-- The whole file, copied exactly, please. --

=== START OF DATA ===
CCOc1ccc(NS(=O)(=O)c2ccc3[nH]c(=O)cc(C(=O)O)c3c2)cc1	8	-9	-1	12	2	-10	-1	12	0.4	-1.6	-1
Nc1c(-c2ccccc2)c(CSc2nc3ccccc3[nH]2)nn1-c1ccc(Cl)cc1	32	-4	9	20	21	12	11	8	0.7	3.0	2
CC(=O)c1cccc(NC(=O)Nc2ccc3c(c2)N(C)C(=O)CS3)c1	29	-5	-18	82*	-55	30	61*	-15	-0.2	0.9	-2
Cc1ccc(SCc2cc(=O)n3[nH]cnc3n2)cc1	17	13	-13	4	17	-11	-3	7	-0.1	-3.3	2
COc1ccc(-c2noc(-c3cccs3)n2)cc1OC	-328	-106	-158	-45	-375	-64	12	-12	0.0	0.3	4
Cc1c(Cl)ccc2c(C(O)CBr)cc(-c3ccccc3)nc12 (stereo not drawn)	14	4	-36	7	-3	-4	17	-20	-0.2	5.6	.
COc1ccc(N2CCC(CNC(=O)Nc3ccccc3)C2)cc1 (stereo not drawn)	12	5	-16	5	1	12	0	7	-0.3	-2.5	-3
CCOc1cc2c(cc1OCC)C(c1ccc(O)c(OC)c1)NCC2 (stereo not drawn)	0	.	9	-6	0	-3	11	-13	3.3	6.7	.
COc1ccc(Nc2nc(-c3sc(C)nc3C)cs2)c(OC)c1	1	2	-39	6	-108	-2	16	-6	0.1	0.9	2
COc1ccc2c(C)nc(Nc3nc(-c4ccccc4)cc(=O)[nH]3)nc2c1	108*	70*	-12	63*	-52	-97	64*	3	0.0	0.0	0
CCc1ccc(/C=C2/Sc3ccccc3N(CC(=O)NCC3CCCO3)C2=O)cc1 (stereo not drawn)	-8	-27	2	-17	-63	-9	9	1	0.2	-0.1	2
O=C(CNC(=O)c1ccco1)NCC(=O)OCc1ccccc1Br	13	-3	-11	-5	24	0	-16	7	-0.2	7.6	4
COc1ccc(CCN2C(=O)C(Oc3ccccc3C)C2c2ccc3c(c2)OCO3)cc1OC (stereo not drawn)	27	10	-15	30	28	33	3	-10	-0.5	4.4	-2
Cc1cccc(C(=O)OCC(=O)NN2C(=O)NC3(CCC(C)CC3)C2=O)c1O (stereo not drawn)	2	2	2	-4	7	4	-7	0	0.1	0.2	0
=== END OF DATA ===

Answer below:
CCOc1ccc(NS(=O)(=O)c2ccc3[nH]c(=O)cc(C(=O)O)c3c2)cc1	8	-9	-1	12	2	-10	-1	12	0.4	-1.6	-1
Nc1c(-c2ccccc2)c(CSc2nc3ccccc3[nH]2)nn1-c1ccc(Cl)cc1	32	-4	9	20	21	12	11	8	0.7	3.0	2
CC(=O)c1cccc(NC(=O)Nc2ccc3c(c2)N(C)C(=O)CS3)c1	29	-5	-18	82*	-55	30	61*	-15	-0.2	0.9	-2
Cc1ccc(SCc2cc(=O)n3[nH]cnc3n2)cc1	17	13	-13	4	17	-11	-3	7	-0.1	-3.3	2
COc1ccc(-c2noc(-c3cccs3)n2)cc1OC	-328	-106	-158	-45	-375	-64	12	-12	0.0	0.3	4
Cc1c(Cl)ccc2c(C(O)CBr)cc(-c3ccccc3)nc12 (stereo not drawn)	14	4	-36	7	-3	-4	17	-20	-0.2	5.6	.
COc1ccc(N2CCC(CNC(=O)Nc3ccccc3)C2)cc1 (stereo not drawn)	12	5	-16	5	1	12	0	7	-0.3	-2.5	-3
CCOc1cc2c(cc1OCC)C(c1ccc(O)c(OC)c1)NCC2 (stereo not drawn)	0	.	9	-6	0	-3	11	-13	3.3	6.7	.
COc1ccc(Nc2nc(-c3sc(C)nc3C)cs2)c(OC)c1	1	2	-39	6	-108	-2	16	-6	0.1	0.9	2
COc1ccc2c(C)nc(Nc3nc(-c4ccccc4)cc(=O)[nH]3)nc2c1	108*	70*	-12	63*	-52	-97	64*	3	0.0	0.0	0
CCc1ccc(/C=C2/Sc3ccccc3N(CC(=O)NCC3CCCO3)C2=O)cc1 (stereo not drawn)	-8	-27	2	-17	-63	-9	9	1	0.2	-0.1	2
O=C(CNC(=O)c1ccco1)NCC(=O)OCc1ccccc1Br	13	-3	-11	-5	24	0	-16	7	-0.2	7.6	4
COc1ccc(CCN2C(=O)C(Oc3ccccc3C)C2c2ccc3c(c2)OCO3)cc1OC (stereo not drawn)	27	10	-15	30	28	33	3	-10	-0.5	4.4	-2
Cc1cccc(C(=O)OCC(=O)NN2C(=O)NC3(CCC(C)CC3)C2=O)c1O (stereo not drawn)	2	2	2	-4	7	4	-7	0	0.1	0.2	0